As you surely know, Justice Breyer recently announced that he would be stepping down at the end of this term, setting another Supreme Court confirmation process in motion. However, you may not know how to further research Breyer’s legacy and SCOTUS confirmations.
Justice Breyer was well-liked by his colleagues and had a reputation for asking colorful hypotheticals from the bench. SCOTUSBlog has great coverage of his overall legacy, including many reminiscences from former clerks. Before his nomination to the federal bench, Breyer taught admin law, and some of the best scholarship on his SCOTUS tenure focuses on this subject, such as this Justice Stephen Breyer’s Contribution to Administrative Law symposium. During his nearly three decades on the Supreme Court, he (of course) wrote important opinions on a wide array of topics, often crafting compromises and creating nuanced balanced tests: the Congressional Research Service (CRS for short—you’ll be seeing a whole lot more of them in this post) recently published a nice overview of his jurisprudence.
To this writer, his most memorable opinion was in dissent, issued in Parents Involved in Community Schools v. Seattle School District No. 1, a case that sharply limited desegregation efforts in public schools. I would encourage anyone who’s ever dismissed Justice Breyer as a bloodless technocrat to listen to him read what Justice Stevens called his “eloquent and unanswerable dissent” from the bench, asking “what happened to stare decisis?”
With Breyer’s imminent retirement, the appointment process for his successor begins. If you’d like to further explore that process, HeinOnline’s History of Supreme Court Nominations collects an impressive array of primary and secondary sources. Those sources include this excellent CRS report on what goes into the President’s selection of a nominee. There are also helpful CRS reports on the rest of the process, including one on the nominee’s consideration by the Senate Judiciary Committee and another discussing the limitations and customs surrounding the questions Senators ask judicial nominees during confirmation hearings.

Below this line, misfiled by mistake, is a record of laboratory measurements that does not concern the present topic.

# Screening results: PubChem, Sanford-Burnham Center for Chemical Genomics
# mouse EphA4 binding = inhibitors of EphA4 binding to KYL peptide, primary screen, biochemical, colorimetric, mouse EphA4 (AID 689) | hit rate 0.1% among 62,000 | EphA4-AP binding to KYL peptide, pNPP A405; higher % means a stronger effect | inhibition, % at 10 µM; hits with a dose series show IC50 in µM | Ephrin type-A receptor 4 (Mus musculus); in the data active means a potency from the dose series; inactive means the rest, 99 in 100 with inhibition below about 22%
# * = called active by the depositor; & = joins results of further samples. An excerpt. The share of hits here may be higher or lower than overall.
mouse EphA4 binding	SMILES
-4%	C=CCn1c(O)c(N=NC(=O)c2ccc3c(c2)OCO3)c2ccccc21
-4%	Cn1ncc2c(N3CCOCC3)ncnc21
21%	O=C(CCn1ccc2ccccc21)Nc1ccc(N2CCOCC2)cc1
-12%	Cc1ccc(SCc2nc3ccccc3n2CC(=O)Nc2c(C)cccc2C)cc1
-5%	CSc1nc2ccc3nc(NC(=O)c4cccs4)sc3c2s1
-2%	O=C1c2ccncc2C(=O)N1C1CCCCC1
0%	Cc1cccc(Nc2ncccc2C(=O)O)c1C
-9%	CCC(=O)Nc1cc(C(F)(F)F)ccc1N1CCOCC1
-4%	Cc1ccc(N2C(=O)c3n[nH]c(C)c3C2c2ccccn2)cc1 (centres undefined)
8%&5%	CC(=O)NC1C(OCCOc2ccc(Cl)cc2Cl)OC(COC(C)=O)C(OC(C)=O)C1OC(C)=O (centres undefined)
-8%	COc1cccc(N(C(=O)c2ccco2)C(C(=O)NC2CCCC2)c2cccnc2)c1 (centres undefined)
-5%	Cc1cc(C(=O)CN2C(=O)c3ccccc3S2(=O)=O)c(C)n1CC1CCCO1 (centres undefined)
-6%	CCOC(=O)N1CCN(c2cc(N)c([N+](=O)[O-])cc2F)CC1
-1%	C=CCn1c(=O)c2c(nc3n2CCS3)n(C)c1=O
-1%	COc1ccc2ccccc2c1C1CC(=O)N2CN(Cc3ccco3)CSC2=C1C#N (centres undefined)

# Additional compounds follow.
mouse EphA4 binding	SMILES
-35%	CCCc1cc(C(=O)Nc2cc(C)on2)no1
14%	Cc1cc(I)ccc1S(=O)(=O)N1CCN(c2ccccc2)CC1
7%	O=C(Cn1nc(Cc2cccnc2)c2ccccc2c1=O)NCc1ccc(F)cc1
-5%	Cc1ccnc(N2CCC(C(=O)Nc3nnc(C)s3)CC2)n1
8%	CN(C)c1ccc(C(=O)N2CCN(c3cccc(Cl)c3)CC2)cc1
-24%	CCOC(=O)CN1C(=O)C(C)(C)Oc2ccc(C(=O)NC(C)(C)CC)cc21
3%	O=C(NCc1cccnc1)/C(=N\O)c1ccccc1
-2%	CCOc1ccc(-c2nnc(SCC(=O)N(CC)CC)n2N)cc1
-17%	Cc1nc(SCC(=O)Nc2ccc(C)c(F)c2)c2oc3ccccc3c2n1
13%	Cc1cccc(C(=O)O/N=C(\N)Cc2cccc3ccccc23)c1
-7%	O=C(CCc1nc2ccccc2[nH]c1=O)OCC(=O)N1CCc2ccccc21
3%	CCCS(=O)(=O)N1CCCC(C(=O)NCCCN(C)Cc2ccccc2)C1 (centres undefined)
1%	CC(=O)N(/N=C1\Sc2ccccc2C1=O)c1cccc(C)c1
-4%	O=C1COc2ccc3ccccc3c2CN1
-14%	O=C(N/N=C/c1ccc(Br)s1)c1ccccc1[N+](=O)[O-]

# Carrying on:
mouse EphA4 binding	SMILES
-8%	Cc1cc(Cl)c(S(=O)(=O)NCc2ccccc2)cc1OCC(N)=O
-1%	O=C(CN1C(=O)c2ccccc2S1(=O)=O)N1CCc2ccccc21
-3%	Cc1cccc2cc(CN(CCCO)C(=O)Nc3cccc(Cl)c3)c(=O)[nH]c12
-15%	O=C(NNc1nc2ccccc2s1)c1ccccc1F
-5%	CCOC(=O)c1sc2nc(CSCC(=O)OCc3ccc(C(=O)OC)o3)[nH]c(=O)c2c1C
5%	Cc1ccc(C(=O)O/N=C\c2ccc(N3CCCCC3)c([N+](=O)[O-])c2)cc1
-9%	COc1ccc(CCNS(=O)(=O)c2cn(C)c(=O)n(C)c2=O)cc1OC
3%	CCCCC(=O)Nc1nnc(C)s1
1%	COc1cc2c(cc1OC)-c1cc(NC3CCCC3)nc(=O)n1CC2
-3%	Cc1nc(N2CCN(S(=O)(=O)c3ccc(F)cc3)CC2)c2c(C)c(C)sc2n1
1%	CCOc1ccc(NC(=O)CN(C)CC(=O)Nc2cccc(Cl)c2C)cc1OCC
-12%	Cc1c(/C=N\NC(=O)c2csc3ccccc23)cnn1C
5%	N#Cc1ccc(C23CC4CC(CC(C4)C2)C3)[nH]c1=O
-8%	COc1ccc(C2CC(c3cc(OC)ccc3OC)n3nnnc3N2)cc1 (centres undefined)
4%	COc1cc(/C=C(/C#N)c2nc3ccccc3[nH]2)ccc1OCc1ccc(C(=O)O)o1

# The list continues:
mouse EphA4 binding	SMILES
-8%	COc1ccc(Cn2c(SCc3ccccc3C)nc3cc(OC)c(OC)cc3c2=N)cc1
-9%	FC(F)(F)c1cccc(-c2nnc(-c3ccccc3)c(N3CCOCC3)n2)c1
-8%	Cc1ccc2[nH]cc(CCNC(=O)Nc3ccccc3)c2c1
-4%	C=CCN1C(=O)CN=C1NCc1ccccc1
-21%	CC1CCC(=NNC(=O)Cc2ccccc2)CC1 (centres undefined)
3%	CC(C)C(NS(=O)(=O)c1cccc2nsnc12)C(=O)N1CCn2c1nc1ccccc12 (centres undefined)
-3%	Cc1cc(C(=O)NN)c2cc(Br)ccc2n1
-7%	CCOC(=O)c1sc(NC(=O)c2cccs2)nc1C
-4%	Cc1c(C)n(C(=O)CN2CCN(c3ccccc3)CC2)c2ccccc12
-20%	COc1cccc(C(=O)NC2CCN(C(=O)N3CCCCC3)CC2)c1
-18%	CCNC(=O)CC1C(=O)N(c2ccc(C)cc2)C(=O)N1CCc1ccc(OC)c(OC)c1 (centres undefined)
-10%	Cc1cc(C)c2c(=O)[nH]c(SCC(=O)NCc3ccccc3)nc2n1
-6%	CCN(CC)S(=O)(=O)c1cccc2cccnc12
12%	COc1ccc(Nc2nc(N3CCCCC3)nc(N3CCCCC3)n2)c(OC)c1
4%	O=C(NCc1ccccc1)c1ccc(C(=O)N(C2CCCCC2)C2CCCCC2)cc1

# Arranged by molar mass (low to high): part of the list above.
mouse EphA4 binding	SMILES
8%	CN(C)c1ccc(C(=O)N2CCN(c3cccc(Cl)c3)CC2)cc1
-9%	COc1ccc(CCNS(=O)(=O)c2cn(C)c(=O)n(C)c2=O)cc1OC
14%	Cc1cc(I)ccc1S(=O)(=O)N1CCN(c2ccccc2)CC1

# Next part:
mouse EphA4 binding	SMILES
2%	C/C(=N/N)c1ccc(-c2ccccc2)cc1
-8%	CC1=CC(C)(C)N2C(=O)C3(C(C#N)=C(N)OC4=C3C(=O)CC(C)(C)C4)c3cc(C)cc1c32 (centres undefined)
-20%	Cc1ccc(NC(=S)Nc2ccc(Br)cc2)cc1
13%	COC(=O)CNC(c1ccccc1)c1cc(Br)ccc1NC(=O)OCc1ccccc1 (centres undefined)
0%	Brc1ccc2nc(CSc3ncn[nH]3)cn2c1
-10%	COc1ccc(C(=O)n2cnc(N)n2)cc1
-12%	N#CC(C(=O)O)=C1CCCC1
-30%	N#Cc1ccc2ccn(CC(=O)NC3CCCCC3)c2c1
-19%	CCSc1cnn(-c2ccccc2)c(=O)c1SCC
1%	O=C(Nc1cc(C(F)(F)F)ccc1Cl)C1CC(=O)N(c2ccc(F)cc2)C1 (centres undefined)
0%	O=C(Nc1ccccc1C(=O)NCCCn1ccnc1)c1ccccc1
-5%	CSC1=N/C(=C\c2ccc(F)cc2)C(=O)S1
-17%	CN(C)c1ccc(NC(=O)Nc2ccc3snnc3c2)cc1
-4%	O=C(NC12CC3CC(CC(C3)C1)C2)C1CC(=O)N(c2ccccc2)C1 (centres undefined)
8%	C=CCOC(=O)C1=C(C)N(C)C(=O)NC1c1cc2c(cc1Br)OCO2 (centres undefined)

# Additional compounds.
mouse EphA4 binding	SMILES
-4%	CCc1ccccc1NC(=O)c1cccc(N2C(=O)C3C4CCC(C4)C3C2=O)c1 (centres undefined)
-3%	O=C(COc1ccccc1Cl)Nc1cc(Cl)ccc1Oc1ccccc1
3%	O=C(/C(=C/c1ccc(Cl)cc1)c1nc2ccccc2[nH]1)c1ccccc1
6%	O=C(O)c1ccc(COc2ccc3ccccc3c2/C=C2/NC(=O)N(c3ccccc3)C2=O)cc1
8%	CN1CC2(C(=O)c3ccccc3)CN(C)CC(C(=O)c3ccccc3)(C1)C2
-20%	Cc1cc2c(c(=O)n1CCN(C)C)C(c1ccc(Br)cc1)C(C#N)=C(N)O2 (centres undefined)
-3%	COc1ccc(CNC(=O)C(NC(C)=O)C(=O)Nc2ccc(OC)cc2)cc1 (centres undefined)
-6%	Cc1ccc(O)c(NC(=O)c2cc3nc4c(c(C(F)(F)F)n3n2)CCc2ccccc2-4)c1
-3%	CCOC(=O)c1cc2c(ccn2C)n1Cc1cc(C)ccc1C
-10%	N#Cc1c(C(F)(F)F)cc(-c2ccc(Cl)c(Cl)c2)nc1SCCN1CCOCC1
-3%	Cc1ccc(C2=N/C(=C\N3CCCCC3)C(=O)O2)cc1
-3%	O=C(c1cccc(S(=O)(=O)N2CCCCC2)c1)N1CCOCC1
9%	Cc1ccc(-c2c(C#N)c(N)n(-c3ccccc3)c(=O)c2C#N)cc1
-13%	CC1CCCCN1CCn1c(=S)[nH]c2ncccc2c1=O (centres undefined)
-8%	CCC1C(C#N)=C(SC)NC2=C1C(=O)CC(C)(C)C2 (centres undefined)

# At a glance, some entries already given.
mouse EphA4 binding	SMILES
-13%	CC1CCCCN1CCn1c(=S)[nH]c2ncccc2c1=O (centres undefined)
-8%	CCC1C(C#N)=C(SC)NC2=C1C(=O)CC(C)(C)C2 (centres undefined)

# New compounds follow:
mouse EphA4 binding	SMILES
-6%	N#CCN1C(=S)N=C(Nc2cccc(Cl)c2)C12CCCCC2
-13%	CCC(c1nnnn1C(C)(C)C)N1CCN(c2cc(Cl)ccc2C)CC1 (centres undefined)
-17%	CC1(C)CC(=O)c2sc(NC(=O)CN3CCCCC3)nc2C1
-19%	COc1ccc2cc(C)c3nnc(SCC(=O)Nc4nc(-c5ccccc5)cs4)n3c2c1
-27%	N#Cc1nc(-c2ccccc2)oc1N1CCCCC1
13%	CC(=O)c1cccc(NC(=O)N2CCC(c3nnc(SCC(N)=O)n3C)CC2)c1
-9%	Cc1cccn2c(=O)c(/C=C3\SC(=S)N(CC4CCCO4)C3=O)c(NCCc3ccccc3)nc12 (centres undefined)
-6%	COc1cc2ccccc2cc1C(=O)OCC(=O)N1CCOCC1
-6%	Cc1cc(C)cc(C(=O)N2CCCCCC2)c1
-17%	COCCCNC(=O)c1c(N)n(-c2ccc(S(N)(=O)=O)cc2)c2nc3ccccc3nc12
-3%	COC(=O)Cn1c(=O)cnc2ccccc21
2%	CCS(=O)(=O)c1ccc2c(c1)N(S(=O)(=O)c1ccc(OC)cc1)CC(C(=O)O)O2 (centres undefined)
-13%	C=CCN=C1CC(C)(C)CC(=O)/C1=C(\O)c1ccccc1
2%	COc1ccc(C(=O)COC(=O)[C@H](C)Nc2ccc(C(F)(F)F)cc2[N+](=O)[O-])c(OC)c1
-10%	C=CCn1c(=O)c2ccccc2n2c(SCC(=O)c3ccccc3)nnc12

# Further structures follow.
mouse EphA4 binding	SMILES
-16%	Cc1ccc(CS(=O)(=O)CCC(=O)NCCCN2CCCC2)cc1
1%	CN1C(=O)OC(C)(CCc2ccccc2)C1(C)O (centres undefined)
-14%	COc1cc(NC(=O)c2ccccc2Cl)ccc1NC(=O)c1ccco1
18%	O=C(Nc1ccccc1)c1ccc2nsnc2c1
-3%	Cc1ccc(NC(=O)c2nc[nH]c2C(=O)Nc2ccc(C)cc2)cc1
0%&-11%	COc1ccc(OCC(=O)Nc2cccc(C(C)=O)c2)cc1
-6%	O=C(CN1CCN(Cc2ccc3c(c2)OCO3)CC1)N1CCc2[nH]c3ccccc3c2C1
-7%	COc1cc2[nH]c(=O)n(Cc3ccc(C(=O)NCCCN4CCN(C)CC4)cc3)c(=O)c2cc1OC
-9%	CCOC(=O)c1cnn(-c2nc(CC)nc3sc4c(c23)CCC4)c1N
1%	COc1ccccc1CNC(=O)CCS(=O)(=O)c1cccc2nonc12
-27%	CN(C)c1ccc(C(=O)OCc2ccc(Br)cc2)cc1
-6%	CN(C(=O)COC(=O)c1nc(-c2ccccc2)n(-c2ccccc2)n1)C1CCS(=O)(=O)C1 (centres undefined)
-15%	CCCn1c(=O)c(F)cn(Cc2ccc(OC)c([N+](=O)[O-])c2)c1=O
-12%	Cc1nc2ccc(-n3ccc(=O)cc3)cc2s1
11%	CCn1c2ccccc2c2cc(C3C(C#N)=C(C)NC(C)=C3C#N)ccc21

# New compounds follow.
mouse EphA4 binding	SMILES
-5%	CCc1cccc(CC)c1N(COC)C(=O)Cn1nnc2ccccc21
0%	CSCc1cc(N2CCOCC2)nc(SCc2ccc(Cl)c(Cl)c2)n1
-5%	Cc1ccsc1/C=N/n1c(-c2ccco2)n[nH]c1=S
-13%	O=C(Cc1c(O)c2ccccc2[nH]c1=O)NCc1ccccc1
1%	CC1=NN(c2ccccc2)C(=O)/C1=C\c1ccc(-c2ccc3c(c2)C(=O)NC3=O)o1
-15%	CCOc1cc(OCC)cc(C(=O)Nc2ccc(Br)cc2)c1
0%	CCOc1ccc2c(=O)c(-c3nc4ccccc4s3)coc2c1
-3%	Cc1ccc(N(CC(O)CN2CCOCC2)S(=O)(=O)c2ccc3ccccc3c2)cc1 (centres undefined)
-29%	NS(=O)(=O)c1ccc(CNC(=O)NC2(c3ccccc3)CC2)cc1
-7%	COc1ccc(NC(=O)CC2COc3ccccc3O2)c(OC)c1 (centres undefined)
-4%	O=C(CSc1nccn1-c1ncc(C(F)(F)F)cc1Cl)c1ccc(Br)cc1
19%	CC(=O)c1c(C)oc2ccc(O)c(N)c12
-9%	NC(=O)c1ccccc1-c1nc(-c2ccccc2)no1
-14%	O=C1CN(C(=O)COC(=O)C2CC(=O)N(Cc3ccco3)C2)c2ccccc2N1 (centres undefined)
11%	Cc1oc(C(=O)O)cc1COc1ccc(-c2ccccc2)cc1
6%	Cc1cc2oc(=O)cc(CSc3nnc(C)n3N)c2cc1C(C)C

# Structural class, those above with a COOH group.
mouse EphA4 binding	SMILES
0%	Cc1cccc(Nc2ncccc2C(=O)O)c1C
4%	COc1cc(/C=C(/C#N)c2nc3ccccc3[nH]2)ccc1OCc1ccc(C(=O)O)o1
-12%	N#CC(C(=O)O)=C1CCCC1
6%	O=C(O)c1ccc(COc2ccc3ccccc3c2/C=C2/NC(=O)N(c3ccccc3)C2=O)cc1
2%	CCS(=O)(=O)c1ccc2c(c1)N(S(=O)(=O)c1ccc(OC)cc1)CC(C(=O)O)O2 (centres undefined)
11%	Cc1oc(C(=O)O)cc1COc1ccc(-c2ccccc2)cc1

As you might expect, there is a plethora of scholarship on the appointment process. For a data-based deep-dive into nominations and confirmations from the institutional perspective of SCOTUS, you can’t beat The Supreme Court Compendium‘s chapter on the topic. The legal scholarship on this topic is voluminous, with law review articles exploring the original meaning of ‘advice and consent’ and analyzing SCOTUS confirmations from a historical perspective. Another major strain of scholarship analyzes the role of ideology or politics in the process, as well as the desirability of obscuring that role. Tackling the politics from another perspective, there are also quite a few articles discussing nominations within the context of the Court’s antidemocratic or countermajoritarian characteristics. Other legal scholarship approaches the topic from more oblique angles, with intriguing articles looking at confirmation hearings as “a valuable form of cultural expression” and elaborating on martial metaphors for the confirmation process.
In addition to the legal scholarship discussed above, there is a veritable ton of academic work on SCOTUS appointments taking place in other disciplines, especially political science. Scholars in that field have written interesting articles on topics such as the timing of nominations, the President’s constraints in choosing a nominee, the role of interest groups in nominations, the role of shared identity in public support for a nominee, and how contested nominations contribute to public polarization.
For a deeper dive, there are some great research guides out there that provide a more in-depth treatment of the many, many resources available on these topics. And, of course, if there are any resources on Justice Breyer’s retirement, or on SCOTUS appointments more generally, that you have found to be especially useful or interesting, be sure to let us know in the comments.